Research Article

Deriving the Average Change in Kinetic Energy of a Galaxy in Non-Relativistic Motion

Dev Sharma*

Published: 10 June, 2024 | Volume 7 - Issue 1 | Pages: 070-072

This study presents a novel approach to calculating the average change in kinetic energy of galaxies exhibiting non-relativistic motion. The methodology integrates the dynamics of total observed motion, which encompasses both peculiar and recessive motion, with the gravitational influence of neighboring galaxies. The peculiar motion is quantified through peculiar redshift, while recessive motion is described by Hubble’s Law. The total observed velocity is the sum of these two components. The research derives an expression for the average acceleration of a galaxy based on the change in its total observed redshift wavelength over time. Utilizing Newton’s Second Law of Motion, the average observed force and subsequent work done by this force is calculated. The work done by conservative forces, primarily gravitational forces exerted by neighboring galaxies, is also considered to determine the total work done on the galaxy. Results indicate that the average total observed force causing the motion of a galaxy is a non-conservative force, resulting from the combined effects of non-conservative forces responsible for peculiar and recessive motion. The change in potential energy due to gravitational interactions with neighboring galaxies is accounted for, leading to the formulation of the average change in kinetic energy. The conclusion of the paper provides a comprehensive expression for the average change in kinetic energy of a galaxy, factoring in the mass of the galaxy, the speed of light, the total observed redshift, the change in distance with respect to Earth, and the gravitational constant. This expression is significant for understanding the dynamics of galactic motion and the forces at play in a non-relativistic context.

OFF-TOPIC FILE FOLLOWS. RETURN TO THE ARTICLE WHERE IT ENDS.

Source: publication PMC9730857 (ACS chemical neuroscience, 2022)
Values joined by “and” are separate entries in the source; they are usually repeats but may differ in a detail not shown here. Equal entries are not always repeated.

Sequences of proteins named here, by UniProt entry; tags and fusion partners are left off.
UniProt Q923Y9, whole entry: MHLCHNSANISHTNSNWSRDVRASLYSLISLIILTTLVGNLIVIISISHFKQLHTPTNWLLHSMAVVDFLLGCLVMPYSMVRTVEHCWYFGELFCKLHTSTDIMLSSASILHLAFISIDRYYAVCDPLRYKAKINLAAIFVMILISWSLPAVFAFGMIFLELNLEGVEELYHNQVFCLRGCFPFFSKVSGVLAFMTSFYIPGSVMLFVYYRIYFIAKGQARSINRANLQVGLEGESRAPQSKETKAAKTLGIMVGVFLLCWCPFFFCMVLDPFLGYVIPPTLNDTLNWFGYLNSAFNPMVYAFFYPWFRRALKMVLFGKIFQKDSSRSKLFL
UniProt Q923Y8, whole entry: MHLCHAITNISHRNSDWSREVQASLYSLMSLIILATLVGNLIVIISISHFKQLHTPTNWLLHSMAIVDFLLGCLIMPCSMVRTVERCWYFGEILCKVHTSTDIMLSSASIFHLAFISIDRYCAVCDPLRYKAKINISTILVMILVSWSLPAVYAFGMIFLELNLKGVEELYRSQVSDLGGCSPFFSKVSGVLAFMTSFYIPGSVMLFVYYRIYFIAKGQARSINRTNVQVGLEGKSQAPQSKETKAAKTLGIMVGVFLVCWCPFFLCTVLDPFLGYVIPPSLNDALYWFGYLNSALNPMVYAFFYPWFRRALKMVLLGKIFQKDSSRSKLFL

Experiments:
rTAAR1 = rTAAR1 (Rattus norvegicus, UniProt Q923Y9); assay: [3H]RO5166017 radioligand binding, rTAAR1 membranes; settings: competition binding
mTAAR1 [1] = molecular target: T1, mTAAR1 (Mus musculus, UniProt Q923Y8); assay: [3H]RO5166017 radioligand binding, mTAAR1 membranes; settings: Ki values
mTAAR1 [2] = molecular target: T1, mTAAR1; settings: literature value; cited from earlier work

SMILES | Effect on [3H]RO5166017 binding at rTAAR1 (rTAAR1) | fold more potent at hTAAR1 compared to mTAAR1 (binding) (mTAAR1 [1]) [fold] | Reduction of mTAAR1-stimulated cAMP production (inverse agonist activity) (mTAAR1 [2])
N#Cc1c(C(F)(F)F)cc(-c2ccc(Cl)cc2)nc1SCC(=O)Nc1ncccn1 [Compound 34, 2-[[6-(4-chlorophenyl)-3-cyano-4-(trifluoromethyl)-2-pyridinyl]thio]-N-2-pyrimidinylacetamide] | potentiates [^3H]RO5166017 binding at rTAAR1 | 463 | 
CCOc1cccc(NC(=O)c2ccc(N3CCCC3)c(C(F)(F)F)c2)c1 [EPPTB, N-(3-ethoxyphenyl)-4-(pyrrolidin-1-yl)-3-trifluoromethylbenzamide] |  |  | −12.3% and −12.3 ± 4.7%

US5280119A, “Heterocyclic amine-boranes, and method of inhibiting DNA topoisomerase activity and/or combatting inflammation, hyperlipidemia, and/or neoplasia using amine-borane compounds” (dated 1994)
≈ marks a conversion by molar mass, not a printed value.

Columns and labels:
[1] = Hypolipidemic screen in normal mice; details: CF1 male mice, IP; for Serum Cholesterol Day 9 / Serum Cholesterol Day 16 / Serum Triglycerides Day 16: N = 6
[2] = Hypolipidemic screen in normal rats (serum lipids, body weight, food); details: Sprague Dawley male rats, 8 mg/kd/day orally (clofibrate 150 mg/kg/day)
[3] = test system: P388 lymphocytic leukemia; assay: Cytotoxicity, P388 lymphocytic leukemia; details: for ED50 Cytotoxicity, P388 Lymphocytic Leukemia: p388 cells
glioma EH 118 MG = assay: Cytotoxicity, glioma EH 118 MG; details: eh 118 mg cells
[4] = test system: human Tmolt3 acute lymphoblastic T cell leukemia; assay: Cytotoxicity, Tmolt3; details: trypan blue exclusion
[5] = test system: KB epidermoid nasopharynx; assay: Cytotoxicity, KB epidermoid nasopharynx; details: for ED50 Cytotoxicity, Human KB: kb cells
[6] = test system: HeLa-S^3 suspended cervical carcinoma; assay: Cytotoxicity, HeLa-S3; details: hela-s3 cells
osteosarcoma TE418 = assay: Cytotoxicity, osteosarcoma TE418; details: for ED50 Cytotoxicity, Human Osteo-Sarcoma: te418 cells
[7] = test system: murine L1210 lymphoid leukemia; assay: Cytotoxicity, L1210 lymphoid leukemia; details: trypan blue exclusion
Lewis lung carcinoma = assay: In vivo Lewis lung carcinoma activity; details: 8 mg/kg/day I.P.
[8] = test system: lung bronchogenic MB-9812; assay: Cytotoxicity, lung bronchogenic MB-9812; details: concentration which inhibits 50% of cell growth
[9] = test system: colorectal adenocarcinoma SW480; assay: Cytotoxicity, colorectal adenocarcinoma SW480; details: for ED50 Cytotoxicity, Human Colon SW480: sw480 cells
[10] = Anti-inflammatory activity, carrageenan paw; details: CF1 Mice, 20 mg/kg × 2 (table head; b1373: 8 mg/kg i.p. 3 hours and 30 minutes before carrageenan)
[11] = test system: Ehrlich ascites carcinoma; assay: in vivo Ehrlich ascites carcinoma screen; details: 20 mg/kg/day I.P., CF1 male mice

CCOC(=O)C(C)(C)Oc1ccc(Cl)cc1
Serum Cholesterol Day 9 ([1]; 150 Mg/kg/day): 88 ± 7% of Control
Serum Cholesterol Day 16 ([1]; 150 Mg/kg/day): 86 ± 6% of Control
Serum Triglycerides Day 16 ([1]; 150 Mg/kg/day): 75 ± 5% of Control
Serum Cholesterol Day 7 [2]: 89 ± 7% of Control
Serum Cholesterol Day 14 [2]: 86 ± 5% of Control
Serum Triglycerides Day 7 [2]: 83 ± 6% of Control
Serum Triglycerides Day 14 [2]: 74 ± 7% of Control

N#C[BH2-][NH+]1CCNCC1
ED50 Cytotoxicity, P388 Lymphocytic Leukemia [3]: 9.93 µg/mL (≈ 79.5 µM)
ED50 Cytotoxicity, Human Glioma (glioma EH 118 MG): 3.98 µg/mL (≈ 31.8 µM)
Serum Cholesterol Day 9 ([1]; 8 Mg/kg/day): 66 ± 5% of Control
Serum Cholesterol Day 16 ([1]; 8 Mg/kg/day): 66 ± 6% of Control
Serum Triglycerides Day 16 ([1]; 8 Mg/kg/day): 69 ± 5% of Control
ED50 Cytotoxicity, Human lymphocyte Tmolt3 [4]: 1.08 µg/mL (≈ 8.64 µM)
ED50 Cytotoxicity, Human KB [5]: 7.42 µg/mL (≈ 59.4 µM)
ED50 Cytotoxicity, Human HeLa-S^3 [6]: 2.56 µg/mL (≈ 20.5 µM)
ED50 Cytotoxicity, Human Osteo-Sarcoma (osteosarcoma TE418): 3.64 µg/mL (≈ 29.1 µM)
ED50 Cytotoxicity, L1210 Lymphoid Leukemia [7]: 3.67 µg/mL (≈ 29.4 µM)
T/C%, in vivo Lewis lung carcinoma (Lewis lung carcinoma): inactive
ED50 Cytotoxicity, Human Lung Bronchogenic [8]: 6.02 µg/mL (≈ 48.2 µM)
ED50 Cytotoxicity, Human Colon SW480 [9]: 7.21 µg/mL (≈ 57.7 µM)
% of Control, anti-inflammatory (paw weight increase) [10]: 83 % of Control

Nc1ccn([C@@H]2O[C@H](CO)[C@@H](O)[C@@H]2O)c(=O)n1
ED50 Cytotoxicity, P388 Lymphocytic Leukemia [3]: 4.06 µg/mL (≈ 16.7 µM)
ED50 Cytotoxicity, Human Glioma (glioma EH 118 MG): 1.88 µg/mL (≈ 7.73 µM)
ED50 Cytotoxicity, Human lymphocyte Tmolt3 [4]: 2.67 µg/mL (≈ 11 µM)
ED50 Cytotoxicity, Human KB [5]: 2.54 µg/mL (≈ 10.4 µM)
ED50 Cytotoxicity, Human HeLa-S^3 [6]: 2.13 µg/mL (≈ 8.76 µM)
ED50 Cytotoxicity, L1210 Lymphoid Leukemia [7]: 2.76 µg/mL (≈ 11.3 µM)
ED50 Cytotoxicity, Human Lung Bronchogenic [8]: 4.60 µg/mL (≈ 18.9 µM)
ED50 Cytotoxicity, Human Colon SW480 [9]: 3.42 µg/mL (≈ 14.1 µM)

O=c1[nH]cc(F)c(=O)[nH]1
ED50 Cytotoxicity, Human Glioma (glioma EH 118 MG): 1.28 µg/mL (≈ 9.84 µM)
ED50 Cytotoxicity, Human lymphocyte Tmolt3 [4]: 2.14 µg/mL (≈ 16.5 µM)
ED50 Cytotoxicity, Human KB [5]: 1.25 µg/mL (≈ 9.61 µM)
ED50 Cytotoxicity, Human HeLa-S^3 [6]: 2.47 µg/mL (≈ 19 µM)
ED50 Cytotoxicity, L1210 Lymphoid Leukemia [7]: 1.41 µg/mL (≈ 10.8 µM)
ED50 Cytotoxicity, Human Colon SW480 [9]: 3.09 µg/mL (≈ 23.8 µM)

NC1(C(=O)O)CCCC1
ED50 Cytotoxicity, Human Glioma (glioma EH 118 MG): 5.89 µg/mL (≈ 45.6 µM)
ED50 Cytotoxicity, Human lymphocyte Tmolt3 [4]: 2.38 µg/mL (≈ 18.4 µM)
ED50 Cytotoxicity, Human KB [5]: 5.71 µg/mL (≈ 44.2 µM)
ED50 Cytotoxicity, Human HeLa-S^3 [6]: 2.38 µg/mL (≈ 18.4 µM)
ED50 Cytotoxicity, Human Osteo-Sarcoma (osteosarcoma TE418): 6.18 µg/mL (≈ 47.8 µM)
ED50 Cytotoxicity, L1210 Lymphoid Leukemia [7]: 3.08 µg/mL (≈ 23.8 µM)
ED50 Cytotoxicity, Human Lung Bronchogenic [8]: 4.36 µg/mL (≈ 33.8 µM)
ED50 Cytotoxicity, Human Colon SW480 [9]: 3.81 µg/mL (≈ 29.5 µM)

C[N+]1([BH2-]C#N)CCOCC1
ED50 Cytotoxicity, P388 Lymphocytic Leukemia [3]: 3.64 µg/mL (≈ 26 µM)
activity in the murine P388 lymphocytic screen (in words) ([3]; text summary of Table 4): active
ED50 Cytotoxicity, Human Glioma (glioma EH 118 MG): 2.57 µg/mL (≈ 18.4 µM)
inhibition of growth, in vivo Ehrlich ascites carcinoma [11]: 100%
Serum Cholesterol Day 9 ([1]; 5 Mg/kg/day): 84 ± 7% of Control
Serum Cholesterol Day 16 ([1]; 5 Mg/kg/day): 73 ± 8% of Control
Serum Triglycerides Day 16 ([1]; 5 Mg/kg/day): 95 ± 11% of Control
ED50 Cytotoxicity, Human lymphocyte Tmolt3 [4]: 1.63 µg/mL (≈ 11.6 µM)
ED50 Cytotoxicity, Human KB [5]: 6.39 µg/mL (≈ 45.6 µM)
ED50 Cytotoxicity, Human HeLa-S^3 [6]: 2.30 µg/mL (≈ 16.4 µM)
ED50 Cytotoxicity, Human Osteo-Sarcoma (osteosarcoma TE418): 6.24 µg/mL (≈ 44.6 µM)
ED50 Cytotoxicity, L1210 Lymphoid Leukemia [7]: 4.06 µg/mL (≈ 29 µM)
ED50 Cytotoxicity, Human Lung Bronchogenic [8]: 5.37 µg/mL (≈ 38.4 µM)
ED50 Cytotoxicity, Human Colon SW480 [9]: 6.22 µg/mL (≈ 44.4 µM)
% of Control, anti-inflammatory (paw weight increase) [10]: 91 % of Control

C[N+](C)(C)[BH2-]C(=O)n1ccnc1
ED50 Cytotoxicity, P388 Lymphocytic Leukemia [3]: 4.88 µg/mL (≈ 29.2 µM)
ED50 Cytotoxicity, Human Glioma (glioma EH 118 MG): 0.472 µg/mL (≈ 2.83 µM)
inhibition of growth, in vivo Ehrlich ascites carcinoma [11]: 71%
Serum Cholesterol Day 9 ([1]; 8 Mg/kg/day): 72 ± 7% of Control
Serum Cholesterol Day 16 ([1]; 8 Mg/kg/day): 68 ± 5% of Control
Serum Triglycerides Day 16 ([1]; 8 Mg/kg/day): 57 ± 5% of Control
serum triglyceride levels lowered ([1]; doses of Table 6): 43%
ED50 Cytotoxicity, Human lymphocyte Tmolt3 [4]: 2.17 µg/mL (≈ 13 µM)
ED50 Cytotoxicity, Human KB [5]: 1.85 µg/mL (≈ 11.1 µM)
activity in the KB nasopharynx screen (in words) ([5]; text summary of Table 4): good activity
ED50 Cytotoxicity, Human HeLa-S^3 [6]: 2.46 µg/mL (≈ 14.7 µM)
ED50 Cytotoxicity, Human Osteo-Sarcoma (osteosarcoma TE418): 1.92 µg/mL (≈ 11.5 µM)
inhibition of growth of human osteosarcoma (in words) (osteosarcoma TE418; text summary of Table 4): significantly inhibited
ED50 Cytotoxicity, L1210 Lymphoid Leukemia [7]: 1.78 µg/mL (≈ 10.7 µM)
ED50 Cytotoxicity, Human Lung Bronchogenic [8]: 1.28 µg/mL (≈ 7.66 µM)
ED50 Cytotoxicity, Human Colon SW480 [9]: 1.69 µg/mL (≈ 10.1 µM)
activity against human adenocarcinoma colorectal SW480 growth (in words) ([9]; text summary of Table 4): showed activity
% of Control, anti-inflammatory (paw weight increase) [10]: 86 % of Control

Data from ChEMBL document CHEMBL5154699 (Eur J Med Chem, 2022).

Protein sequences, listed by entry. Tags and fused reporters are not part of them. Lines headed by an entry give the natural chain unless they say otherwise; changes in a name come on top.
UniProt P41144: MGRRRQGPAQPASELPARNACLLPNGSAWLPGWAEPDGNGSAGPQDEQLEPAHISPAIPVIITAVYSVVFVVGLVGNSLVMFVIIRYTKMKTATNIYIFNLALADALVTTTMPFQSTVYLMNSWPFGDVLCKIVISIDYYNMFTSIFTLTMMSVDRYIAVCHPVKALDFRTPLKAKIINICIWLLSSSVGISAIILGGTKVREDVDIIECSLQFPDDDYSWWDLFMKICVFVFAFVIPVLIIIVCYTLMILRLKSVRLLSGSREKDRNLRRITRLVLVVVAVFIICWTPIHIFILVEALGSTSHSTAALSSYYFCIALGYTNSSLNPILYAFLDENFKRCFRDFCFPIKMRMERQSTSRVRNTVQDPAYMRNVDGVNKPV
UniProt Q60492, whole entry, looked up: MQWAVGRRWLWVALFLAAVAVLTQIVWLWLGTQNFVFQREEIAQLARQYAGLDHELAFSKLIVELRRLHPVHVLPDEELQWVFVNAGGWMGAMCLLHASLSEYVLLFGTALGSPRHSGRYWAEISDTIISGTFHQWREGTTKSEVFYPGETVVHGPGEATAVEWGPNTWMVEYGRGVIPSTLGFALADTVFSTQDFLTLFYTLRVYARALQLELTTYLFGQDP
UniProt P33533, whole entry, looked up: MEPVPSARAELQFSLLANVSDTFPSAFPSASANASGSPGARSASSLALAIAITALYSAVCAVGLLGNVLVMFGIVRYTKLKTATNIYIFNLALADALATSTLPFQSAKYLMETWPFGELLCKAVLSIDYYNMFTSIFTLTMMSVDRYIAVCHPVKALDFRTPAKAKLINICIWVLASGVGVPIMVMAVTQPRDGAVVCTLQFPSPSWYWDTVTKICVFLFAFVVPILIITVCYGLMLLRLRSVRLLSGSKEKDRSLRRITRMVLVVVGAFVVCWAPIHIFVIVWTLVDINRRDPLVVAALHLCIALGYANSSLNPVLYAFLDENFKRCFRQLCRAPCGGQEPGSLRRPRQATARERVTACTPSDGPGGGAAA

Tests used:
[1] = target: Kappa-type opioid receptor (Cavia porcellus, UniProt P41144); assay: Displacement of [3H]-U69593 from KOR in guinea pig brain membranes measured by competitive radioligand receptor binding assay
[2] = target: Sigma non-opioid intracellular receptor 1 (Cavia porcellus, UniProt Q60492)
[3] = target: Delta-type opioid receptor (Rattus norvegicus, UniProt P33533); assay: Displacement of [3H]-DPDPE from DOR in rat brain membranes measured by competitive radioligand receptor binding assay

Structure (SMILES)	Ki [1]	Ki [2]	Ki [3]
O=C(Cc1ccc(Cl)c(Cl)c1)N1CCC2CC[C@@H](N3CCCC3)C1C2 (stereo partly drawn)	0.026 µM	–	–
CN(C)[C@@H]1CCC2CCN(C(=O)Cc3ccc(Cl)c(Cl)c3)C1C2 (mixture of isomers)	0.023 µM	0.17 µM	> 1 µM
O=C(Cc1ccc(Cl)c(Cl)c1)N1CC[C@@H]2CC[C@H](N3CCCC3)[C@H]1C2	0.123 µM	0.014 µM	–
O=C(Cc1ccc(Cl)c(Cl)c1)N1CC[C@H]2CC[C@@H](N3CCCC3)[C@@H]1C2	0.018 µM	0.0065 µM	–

Read Full Article HTML DOI: 10.29328/journal.ijpra.1001087 Cite this Article Read Full Article PDF


Organic waste; Fiber; Frequency; Motion; Sawdust


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